Edith Wharton may have written this story as a way to kill her husband or soften the ground to her extrication by divorce: the man dies on a train “journey” from Colorado back to New York–his journey to oblivion, her journey to emancipation. But in a dozen pages Wharton manages to describe with forensic acuity the psychology of physical decline as witnessed by a spouse (with the disease and the decline again a metaphor for the degradation of a marriage), then to turn the story into a mini-thriller: the narrator’s husband dies many hour before reaching New York. Bad enough that she must deal with that, his cold hand. She doesn’t want to be thrown out of the train, as would be the norm. She must come up with endless subterfuges to deceive conductor and fellow-travelers, and does. In New York she must let on or “discover” that he’s dead. She appears to faint and strike her head on his berth, leaving it unclear whether she too has reached the end of the journey or has merely found a convincing way to spare herself accusations that she’d known all along he was dead.
She was too impenetrably healthy to be touched by the irrelevancies of disease. Her self-reproachful tenderness was tinged with the sense of his irrationality: she had a vague feeling that there was a purpose in his helpless tyrannies. The suddenness of the change had found her so unprepared. A year ago their pulses had beat to one robust measure; both had the same prodigal confidence in an exhaustless future. Now their energies no longer kept step: hers still bounded ahead of life, preempting unclaimed regions of hope and activity, while his lagged behind, vainly struggling to overtake her.
The lack of privacy, the presumptions of fellow-travelers, the oppressive legalities all add up to an imprisonment for the narrator that has more to do with the unbearable conventions of marriage and a woman’s proper role within it than with the dying or dead man on the train.
No periodical publication. “The Greater Inclination,” 1899
A stifling story. A couple on honeymoon in Panama. On honeymoon, though it isn;t long before the woman cheats on her husband, who buys a monkey, “a little horror like that,” as she calls it, to haunt their honeymoon, because by looking at it, he says, “I’d be reminded of how stupid I was ever to get upset.” The monkey sums up her hatred of all things wild, the jungle and the trip included. They’re not a good match: “I’m crazy too, U know,” she tells him. “But I wish there were some way I could just once feel that my giving in meant anything to you. I wish you knew how to be gracious about it.” He doesn’t. He’s self-absorbed, self-conscious, as his occasional dips into the self-referential notebook he keeps tell us. He blames her for “always being disillusioned and going around wondering how mankind can be so bestial.” He blames her: “You can never enter into the spirit of s thing, can you?”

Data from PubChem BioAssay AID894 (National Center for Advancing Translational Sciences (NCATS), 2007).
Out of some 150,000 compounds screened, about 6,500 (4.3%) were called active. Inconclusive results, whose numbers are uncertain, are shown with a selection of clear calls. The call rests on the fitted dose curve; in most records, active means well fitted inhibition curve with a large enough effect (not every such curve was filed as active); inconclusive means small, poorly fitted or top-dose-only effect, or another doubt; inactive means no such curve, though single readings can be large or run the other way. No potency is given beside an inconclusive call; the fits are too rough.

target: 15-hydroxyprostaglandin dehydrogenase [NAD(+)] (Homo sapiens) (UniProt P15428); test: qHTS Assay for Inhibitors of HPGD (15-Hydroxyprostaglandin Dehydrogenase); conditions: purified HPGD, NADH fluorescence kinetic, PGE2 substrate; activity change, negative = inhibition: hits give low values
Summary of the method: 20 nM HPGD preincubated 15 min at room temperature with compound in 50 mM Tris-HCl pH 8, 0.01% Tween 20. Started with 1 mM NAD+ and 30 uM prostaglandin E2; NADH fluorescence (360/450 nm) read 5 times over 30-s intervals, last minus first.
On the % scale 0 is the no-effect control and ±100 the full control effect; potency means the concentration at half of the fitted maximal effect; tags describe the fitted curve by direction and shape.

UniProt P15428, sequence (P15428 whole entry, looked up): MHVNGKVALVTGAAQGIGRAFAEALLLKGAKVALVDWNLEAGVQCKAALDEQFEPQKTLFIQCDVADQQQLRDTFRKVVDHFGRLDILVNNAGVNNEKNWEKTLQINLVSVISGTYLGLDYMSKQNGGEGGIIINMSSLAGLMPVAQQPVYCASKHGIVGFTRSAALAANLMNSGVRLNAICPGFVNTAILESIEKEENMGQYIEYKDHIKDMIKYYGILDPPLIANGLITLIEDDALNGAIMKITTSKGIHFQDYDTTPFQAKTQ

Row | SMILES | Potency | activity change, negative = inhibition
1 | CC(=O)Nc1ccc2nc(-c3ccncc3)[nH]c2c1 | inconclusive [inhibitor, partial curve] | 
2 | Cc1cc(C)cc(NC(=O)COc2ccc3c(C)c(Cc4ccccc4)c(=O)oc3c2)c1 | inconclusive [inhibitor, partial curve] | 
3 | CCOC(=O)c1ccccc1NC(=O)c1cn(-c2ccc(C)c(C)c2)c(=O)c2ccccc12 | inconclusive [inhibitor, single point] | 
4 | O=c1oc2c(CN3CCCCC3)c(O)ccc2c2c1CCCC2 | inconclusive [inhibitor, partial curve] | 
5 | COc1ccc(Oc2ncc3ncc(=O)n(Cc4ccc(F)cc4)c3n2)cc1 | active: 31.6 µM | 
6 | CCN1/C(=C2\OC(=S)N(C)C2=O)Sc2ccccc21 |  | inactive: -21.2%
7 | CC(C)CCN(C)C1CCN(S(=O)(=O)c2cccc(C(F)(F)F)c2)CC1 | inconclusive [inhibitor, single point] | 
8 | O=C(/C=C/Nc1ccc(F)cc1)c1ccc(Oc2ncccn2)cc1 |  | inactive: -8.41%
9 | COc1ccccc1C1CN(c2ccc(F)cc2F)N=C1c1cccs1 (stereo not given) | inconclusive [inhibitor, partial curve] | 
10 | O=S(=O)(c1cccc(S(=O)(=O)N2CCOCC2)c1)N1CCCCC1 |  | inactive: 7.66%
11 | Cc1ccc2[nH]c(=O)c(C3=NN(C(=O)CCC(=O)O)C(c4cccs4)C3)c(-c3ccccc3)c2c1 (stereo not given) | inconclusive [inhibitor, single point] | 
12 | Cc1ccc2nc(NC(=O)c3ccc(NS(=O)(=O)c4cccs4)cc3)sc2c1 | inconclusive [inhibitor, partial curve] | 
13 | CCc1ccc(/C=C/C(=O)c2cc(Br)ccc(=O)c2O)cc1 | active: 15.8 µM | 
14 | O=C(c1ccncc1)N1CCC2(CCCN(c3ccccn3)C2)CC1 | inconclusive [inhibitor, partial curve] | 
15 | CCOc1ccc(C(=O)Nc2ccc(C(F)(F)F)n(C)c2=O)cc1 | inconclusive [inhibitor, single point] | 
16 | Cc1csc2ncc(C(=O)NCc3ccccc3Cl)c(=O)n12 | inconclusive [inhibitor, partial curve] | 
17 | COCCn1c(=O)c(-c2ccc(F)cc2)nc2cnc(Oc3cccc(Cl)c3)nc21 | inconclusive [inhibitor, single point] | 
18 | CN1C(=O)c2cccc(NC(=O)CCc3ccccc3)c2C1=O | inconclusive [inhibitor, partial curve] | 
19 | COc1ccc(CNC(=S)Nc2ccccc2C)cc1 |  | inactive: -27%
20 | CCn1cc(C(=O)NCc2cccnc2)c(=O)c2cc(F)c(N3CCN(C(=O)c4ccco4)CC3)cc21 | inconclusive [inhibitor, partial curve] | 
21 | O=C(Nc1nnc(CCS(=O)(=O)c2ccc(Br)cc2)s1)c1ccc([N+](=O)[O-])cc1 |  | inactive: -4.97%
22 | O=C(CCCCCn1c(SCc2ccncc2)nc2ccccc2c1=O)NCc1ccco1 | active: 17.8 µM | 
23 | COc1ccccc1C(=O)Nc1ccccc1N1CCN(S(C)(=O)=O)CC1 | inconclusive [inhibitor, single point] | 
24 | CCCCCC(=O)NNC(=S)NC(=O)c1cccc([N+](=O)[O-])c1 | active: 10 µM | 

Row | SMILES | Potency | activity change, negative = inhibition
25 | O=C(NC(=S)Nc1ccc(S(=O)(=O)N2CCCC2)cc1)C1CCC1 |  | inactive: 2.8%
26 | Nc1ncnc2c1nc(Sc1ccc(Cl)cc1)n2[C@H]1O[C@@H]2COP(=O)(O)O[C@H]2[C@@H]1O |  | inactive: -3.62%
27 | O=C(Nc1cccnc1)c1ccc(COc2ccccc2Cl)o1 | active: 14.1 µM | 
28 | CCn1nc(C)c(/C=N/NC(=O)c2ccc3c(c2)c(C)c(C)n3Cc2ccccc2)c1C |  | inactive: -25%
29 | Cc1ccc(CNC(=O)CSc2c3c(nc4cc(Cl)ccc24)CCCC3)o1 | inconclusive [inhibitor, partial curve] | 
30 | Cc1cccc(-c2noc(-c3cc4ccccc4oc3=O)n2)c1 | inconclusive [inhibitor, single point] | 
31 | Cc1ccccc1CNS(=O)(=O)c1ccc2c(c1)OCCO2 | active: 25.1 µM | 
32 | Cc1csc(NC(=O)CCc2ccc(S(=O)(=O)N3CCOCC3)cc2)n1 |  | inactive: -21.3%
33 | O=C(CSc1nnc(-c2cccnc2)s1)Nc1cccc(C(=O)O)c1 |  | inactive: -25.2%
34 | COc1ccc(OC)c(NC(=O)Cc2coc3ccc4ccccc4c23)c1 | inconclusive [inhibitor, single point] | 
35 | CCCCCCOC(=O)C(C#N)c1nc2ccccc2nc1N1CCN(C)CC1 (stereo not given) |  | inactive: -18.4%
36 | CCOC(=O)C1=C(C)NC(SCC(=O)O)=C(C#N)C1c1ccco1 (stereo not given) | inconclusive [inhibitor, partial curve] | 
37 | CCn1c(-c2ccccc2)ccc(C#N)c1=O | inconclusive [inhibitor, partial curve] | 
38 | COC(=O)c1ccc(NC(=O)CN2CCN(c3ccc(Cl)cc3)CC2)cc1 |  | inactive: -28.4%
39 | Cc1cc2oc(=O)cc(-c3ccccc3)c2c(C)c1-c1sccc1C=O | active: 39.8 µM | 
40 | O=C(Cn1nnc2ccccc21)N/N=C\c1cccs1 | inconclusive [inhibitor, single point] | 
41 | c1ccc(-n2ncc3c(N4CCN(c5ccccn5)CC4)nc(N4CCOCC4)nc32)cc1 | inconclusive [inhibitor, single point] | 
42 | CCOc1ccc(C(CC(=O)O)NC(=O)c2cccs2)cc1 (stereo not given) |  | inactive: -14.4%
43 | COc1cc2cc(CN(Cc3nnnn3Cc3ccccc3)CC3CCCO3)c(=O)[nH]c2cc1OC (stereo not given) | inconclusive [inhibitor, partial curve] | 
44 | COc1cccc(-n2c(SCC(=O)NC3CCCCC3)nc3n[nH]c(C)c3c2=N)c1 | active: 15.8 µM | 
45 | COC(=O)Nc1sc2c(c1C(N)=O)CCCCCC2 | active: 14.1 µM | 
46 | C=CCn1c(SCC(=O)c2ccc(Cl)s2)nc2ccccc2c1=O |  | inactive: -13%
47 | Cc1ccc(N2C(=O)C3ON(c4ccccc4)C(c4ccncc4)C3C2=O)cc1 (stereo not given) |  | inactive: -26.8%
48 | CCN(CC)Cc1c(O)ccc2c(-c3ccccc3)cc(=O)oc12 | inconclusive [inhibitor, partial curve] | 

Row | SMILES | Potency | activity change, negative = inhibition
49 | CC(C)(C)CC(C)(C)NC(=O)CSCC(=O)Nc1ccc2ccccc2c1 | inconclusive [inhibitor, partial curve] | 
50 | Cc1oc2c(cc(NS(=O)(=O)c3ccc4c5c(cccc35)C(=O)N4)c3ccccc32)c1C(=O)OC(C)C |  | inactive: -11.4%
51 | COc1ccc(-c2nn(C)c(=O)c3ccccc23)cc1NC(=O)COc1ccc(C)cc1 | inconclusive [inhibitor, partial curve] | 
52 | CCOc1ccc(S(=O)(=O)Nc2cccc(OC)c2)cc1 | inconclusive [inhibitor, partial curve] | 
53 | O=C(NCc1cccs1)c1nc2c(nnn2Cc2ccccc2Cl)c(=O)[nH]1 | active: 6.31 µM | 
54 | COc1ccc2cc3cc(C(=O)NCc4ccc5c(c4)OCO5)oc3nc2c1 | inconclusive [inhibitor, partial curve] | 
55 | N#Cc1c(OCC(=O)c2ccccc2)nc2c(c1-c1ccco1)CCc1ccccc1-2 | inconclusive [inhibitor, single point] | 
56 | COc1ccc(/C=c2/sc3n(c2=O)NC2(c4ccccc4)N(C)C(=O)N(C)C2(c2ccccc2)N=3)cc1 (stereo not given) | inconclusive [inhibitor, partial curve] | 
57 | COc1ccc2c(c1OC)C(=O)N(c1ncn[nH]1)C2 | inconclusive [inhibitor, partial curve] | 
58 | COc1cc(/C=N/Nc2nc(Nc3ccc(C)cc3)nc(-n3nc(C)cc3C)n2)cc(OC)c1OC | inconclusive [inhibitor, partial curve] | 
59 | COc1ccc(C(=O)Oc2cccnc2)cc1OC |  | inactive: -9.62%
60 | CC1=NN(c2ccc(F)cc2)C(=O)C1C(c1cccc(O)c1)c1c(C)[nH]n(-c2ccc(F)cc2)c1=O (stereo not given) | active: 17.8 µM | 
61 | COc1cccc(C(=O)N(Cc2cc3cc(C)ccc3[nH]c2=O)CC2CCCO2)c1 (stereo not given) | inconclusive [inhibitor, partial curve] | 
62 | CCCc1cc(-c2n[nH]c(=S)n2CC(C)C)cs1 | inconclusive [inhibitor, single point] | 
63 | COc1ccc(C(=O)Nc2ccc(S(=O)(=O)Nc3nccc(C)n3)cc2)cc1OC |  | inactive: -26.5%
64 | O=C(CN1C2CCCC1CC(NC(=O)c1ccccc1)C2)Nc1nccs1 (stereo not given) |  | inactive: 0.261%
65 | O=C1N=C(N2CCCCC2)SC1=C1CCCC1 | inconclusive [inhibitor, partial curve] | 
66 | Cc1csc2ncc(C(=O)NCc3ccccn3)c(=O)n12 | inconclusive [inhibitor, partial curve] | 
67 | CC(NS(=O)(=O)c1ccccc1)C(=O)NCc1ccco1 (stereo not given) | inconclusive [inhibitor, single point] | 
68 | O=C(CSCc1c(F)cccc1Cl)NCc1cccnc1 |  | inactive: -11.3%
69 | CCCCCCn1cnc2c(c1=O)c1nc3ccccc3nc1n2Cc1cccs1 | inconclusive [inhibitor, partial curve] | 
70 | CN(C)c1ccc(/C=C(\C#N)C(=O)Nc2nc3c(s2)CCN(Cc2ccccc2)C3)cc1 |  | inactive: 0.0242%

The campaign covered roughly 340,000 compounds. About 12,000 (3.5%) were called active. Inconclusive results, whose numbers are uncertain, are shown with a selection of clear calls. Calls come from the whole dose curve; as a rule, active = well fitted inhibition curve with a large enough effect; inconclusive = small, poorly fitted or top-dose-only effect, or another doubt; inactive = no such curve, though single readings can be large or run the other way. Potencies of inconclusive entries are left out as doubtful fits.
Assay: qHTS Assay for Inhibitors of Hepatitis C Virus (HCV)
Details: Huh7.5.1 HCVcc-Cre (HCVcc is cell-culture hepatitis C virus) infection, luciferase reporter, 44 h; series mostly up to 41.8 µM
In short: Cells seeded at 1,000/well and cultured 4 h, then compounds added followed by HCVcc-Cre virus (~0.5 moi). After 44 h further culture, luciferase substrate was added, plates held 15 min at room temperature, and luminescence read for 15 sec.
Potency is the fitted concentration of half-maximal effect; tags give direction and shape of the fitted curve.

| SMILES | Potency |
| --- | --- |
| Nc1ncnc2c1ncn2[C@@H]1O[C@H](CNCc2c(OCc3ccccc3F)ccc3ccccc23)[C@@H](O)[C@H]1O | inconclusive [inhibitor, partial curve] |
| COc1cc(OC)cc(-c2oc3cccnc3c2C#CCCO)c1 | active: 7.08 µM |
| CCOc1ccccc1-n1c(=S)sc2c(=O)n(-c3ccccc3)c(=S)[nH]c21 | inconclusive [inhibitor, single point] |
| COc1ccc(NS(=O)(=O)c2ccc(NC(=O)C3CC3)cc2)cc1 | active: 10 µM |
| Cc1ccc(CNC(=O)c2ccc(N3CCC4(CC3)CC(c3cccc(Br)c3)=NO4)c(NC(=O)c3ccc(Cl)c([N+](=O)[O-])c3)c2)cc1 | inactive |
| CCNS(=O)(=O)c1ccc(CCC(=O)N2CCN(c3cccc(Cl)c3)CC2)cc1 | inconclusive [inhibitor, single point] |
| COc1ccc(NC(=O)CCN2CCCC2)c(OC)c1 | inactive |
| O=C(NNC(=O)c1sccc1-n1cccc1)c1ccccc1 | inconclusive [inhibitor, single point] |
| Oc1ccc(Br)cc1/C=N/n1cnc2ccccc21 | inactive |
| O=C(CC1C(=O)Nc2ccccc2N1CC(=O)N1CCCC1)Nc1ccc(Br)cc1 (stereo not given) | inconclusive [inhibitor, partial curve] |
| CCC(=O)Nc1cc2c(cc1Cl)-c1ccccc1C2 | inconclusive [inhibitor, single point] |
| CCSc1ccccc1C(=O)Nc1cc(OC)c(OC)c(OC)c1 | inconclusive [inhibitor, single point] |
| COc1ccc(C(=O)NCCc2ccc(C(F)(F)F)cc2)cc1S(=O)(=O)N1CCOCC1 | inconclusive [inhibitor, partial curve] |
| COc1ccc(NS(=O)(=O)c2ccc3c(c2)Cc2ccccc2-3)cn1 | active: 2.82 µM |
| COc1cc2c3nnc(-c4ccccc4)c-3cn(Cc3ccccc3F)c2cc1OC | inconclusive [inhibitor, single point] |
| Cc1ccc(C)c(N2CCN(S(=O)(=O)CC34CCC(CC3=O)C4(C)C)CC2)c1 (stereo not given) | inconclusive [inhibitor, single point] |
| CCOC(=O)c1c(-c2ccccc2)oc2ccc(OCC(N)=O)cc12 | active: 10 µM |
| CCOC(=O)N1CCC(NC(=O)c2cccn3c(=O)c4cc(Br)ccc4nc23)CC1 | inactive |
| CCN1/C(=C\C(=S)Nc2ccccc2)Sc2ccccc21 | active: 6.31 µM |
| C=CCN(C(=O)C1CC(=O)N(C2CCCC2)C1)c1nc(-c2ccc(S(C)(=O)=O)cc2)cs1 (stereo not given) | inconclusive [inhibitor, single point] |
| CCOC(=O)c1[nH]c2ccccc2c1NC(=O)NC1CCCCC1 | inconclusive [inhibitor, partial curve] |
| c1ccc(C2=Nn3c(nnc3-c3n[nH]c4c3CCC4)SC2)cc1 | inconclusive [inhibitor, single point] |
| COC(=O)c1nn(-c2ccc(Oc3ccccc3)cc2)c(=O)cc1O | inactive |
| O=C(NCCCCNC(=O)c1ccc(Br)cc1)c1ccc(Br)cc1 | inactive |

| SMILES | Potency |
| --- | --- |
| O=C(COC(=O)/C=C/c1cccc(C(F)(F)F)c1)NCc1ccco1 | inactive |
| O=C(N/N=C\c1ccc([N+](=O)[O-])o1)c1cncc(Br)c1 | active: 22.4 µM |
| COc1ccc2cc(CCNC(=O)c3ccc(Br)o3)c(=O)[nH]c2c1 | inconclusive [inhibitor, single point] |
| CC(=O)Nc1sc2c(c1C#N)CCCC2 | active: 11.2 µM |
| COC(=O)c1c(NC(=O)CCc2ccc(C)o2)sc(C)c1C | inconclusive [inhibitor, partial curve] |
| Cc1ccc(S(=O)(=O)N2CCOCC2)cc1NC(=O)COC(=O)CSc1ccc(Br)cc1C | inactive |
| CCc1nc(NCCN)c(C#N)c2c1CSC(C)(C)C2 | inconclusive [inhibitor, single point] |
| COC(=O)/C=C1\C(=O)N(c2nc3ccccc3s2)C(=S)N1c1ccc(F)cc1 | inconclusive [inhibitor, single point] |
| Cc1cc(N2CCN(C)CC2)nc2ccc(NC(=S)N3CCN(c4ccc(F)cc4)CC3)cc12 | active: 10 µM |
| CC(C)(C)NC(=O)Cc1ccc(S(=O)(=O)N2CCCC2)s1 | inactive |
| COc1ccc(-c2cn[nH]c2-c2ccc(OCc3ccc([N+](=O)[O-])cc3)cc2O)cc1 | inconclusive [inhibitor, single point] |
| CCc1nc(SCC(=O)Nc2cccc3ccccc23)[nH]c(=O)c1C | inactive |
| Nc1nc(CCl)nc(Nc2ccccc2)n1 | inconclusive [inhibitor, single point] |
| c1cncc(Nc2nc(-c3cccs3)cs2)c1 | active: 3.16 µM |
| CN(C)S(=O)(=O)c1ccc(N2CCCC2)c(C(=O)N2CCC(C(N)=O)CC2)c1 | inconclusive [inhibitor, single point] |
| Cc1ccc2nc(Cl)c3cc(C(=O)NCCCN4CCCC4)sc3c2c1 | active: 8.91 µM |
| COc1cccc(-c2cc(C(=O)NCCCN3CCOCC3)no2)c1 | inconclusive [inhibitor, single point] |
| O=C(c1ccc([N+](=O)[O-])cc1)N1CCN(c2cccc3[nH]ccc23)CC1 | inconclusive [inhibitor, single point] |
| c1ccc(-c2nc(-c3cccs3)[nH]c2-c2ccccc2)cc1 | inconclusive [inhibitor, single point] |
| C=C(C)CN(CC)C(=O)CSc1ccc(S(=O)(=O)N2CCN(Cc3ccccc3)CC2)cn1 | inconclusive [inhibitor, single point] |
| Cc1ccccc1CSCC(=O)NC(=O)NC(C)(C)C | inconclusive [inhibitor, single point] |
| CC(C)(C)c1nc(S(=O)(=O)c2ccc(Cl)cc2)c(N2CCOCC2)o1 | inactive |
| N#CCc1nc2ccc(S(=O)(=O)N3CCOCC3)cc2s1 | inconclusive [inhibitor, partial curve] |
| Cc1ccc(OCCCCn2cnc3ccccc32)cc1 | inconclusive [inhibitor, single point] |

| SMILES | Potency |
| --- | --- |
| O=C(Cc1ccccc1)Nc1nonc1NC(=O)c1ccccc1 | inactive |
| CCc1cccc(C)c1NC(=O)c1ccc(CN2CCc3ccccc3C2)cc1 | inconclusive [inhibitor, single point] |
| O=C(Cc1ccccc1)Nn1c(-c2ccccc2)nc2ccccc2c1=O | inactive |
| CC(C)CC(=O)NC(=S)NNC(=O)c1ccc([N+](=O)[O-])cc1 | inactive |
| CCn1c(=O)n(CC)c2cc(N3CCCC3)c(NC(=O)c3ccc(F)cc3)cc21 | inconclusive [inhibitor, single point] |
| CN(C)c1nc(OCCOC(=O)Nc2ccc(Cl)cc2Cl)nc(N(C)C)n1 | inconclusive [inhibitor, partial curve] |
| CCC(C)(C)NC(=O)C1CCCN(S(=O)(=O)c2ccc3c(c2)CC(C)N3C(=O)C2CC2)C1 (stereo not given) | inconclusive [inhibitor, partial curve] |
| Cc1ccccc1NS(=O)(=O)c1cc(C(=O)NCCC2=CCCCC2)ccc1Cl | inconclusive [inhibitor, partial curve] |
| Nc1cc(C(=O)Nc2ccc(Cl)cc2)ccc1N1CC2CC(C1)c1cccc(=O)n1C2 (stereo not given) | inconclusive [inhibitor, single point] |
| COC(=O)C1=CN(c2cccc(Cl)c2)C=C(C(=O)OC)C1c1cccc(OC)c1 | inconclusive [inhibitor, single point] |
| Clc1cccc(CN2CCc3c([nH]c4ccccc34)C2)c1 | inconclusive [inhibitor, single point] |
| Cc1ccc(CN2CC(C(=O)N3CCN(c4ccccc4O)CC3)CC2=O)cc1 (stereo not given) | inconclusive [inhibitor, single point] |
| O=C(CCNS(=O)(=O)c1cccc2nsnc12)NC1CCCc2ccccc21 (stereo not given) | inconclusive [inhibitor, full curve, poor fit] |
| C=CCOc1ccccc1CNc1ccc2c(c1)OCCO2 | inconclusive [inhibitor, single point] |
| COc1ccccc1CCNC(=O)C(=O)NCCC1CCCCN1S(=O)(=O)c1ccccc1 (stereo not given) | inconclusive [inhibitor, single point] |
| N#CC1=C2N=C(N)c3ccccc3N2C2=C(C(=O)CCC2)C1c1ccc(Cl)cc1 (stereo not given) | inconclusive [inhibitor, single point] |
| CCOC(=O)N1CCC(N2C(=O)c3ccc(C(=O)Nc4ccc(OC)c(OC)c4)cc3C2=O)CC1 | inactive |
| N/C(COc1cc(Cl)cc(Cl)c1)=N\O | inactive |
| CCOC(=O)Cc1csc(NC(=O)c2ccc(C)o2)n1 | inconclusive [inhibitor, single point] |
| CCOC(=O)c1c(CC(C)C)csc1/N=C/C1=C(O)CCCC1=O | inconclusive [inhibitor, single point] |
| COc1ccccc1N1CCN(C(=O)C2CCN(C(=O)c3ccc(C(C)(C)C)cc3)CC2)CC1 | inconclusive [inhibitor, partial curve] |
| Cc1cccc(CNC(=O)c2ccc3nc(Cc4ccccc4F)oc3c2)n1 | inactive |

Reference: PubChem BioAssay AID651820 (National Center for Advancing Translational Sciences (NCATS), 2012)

There are frequent condescending lines throughout, about the natives, who are all faceless, nameless, crudely drawn, servants both to the honeymooners and to Bowles’s story: “with fewer teeth missing they would be a handsome people.” Is this the best he can find to say about them? And he blames the wife for wondering how mankind can be bestial? Worse, he goes Jules Verne on the natives, comparing them to animals, even monkeys: About an employee on board (possibly the man she’d end up cheating on him with) Bowles writes: “he gave an impression of purely animal force, his broad, somewhat simian face was handsome…” There are also a couple of passages about the man’s childhood, which haunts him: “… the strangeness of his dreams persuaded him that at last he had turned the corner, that the dark place had finally been left behind, that he was out of hearing,” but the mere look of a common object “and the accustomed feeling of infinite futility and sadness would recur.”
She likes to booze with whisky. She disappears. He eventually finds her asleep half naked with another man. He packs up, leaves, boards a train. He thinks he sees her rushing toward him, but the train is whistling off.
Jeffrey Meyers in the Spring 2011 issue of Michigan Quarterly Review begins his essay, “The Oddest Couple: Paul and Jane Bowles” with three paragraphs that explain much of the 13-page “Call at Corazon”—the husband’s anxiety about his childhood, the husband’s need for a monkey, the wife’s boozing and eventual fling on board the boat as the couple was honeymooning: